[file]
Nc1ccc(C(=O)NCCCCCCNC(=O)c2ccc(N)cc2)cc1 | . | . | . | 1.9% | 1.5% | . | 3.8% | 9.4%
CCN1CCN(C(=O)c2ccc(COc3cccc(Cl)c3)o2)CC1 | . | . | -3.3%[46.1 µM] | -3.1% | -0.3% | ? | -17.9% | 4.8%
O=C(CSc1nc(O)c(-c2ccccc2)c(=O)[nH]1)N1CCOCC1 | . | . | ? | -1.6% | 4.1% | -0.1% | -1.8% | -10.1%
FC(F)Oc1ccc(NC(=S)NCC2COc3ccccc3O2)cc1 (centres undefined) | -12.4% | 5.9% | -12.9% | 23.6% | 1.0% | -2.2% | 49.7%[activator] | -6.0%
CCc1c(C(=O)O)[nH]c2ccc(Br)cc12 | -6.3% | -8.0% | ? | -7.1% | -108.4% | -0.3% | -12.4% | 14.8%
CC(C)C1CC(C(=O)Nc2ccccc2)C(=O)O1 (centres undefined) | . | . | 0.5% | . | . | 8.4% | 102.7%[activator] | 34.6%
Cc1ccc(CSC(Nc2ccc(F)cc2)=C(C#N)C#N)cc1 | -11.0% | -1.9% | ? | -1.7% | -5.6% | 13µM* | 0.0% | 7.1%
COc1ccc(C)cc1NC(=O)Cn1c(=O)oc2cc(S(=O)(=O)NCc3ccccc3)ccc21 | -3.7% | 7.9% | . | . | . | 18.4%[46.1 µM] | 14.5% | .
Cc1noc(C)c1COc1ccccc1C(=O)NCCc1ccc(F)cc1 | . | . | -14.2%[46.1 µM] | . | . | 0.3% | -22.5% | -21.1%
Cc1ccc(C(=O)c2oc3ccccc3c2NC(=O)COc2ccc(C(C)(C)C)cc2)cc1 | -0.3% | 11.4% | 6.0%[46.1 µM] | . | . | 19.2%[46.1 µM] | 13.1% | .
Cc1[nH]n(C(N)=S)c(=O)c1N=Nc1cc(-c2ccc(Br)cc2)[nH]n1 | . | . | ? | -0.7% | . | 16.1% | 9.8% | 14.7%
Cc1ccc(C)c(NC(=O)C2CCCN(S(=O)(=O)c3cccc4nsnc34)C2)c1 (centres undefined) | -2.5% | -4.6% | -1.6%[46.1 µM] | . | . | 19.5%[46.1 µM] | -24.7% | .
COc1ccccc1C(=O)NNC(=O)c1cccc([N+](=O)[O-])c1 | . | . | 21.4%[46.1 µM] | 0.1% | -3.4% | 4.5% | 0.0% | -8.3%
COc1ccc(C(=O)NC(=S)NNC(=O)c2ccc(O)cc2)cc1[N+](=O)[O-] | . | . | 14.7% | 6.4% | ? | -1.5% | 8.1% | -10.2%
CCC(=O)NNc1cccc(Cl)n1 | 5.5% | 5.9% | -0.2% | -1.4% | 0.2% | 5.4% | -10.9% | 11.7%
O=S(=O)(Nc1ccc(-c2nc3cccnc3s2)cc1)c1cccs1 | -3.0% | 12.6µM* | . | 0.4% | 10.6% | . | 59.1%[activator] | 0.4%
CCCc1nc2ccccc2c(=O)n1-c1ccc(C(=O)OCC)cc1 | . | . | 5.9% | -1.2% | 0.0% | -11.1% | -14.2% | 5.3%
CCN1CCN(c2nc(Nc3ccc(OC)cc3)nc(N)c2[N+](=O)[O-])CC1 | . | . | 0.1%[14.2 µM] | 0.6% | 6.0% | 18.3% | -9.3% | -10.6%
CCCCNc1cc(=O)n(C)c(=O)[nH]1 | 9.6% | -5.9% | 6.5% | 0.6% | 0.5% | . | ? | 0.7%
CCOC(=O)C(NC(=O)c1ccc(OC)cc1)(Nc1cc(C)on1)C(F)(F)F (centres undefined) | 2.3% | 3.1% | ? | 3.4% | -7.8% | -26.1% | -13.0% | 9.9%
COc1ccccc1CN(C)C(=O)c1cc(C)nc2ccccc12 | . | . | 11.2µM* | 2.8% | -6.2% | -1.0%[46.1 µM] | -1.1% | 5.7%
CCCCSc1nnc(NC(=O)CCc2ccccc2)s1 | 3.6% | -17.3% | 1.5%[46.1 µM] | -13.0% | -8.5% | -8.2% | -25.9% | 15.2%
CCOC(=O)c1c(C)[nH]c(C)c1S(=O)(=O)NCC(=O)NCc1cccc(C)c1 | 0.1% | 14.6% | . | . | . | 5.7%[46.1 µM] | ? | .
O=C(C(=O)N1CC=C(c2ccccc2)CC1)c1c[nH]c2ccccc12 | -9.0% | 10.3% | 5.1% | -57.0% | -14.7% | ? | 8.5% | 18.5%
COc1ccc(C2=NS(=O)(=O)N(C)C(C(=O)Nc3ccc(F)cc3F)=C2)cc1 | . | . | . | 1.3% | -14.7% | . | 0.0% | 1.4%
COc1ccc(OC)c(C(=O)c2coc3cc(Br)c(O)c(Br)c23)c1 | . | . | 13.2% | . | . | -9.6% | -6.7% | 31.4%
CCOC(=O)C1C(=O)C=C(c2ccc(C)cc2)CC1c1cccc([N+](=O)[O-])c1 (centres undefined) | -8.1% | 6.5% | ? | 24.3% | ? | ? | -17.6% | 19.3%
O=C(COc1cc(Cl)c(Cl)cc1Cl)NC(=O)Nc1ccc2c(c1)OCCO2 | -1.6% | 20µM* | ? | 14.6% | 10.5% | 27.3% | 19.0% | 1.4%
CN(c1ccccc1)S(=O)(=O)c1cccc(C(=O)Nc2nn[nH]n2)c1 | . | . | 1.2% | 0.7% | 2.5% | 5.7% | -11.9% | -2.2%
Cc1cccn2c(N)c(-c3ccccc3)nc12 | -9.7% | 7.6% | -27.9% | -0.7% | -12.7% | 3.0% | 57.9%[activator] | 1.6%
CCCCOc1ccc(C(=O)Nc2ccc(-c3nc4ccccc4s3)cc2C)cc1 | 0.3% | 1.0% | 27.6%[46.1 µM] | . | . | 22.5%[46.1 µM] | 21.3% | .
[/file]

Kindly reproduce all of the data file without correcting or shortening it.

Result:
Nc1ccc(C(=O)NCCCCCCNC(=O)c2ccc(N)cc2)cc1 | . | . | . | 1.9% | 1.5% | . | 3.8% | 9.4%
CCN1CCN(C(=O)c2ccc(COc3cccc(Cl)c3)o2)CC1 | . | . | -3.3%[46.1 µM] | -3.1% | -0.3% | ? | -17.9% | 4.8%
O=C(CSc1nc(O)c(-c2ccccc2)c(=O)[nH]1)N1CCOCC1 | . | . | ? | -1.6% | 4.1% | -0.1% | -1.8% | -10.1%
FC(F)Oc1ccc(NC(=S)NCC2COc3ccccc3O2)cc1 (centres undefined) | -12.4% | 5.9% | -12.9% | 23.6% | 1.0% | -2.2% | 49.7%[activator] | -6.0%
CCc1c(C(=O)O)[nH]c2ccc(Br)cc12 | -6.3% | -8.0% | ? | -7.1% | -108.4% | -0.3% | -12.4% | 14.8%
CC(C)C1CC(C(=O)Nc2ccccc2)C(=O)O1 (centres undefined) | . | . | 0.5% | . | . | 8.4% | 102.7%[activator] | 34.6%
Cc1ccc(CSC(Nc2ccc(F)cc2)=C(C#N)C#N)cc1 | -11.0% | -1.9% | ? | -1.7% | -5.6% | 13µM* | 0.0% | 7.1%
COc1ccc(C)cc1NC(=O)Cn1c(=O)oc2cc(S(=O)(=O)NCc3ccccc3)ccc21 | -3.7% | 7.9% | . | . | . | 18.4%[46.1 µM] | 14.5% | .
Cc1noc(C)c1COc1ccccc1C(=O)NCCc1ccc(F)cc1 | . | . | -14.2%[46.1 µM] | . | . | 0.3% | -22.5% | -21.1%
Cc1ccc(C(=O)c2oc3ccccc3c2NC(=O)COc2ccc(C(C)(C)C)cc2)cc1 | -0.3% | 11.4% | 6.0%[46.1 µM] | . | . | 19.2%[46.1 µM] | 13.1% | .
Cc1[nH]n(C(N)=S)c(=O)c1N=Nc1cc(-c2ccc(Br)cc2)[nH]n1 | . | . | ? | -0.7% | . | 16.1% | 9.8% | 14.7%
Cc1ccc(C)c(NC(=O)C2CCCN(S(=O)(=O)c3cccc4nsnc34)C2)c1 (centres undefined) | -2.5% | -4.6% | -1.6%[46.1 µM] | . | . | 19.5%[46.1 µM] | -24.7% | .
COc1ccccc1C(=O)NNC(=O)c1cccc([N+](=O)[O-])c1 | . | . | 21.4%[46.1 µM] | 0.1% | -3.4% | 4.5% | 0.0% | -8.3%
COc1ccc(C(=O)NC(=S)NNC(=O)c2ccc(O)cc2)cc1[N+](=O)[O-] | . | . | 14.7% | 6.4% | ? | -1.5% | 8.1% | -10.2%
CCC(=O)NNc1cccc(Cl)n1 | 5.5% | 5.9% | -0.2% | -1.4% | 0.2% | 5.4% | -10.9% | 11.7%
O=S(=O)(Nc1ccc(-c2nc3cccnc3s2)cc1)c1cccs1 | -3.0% | 12.6µM* | . | 0.4% | 10.6% | . | 59.1%[activator] | 0.4%
CCCc1nc2ccccc2c(=O)n1-c1ccc(C(=O)OCC)cc1 | . | . | 5.9% | -1.2% | 0.0% | -11.1% | -14.2% | 5.3%
CCN1CCN(c2nc(Nc3ccc(OC)cc3)nc(N)c2[N+](=O)[O-])CC1 | . | . | 0.1%[14.2 µM] | 0.6% | 6.0% | 18.3% | -9.3% | -10.6%
CCCCNc1cc(=O)n(C)c(=O)[nH]1 | 9.6% | -5.9% | 6.5% | 0.6% | 0.5% | . | ? | 0.7%
CCOC(=O)C(NC(=O)c1ccc(OC)cc1)(Nc1cc(C)on1)C(F)(F)F (centres undefined) | 2.3% | 3.1% | ? | 3.4% | -7.8% | -26.1% | -13.0% | 9.9%
COc1ccccc1CN(C)C(=O)c1cc(C)nc2ccccc12 | . | . | 11.2µM* | 2.8% | -6.2% | -1.0%[46.1 µM] | -1.1% | 5.7%
CCCCSc1nnc(NC(=O)CCc2ccccc2)s1 | 3.6% | -17.3% | 1.5%[46.1 µM] | -13.0% | -8.5% | -8.2% | -25.9% | 15.2%
CCOC(=O)c1c(C)[nH]c(C)c1S(=O)(=O)NCC(=O)NCc1cccc(C)c1 | 0.1% | 14.6% | . | . | . | 5.7%[46.1 µM] | ? | .
O=C(C(=O)N1CC=C(c2ccccc2)CC1)c1c[nH]c2ccccc12 | -9.0% | 10.3% | 5.1% | -57.0% | -14.7% | ? | 8.5% | 18.5%
COc1ccc(C2=NS(=O)(=O)N(C)C(C(=O)Nc3ccc(F)cc3F)=C2)cc1 | . | . | . | 1.3% | -14.7% | . | 0.0% | 1.4%
COc1ccc(OC)c(C(=O)c2coc3cc(Br)c(O)c(Br)c23)c1 | . | . | 13.2% | . | . | -9.6% | -6.7% | 31.4%
CCOC(=O)C1C(=O)C=C(c2ccc(C)cc2)CC1c1cccc([N+](=O)[O-])c1 (centres undefined) | -8.1% | 6.5% | ? | 24.3% | ? | ? | -17.6% | 19.3%
O=C(COc1cc(Cl)c(Cl)cc1Cl)NC(=O)Nc1ccc2c(c1)OCCO2 | -1.6% | 20µM* | ? | 14.6% | 10.5% | 27.3% | 19.0% | 1.4%
CN(c1ccccc1)S(=O)(=O)c1cccc(C(=O)Nc2nn[nH]n2)c1 | . | . | 1.2% | 0.7% | 2.5% | 5.7% | -11.9% | -2.2%
Cc1cccn2c(N)c(-c3ccccc3)nc12 | -9.7% | 7.6% | -27.9% | -0.7% | -12.7% | 3.0% | 57.9%[activator] | 1.6%
CCCCOc1ccc(C(=O)Nc2ccc(-c3nc4ccccc4s3)cc2C)cc1 | 0.3% | 1.0% | 27.6%[46.1 µM] | . | . | 22.5%[46.1 µM] | 21.3% | .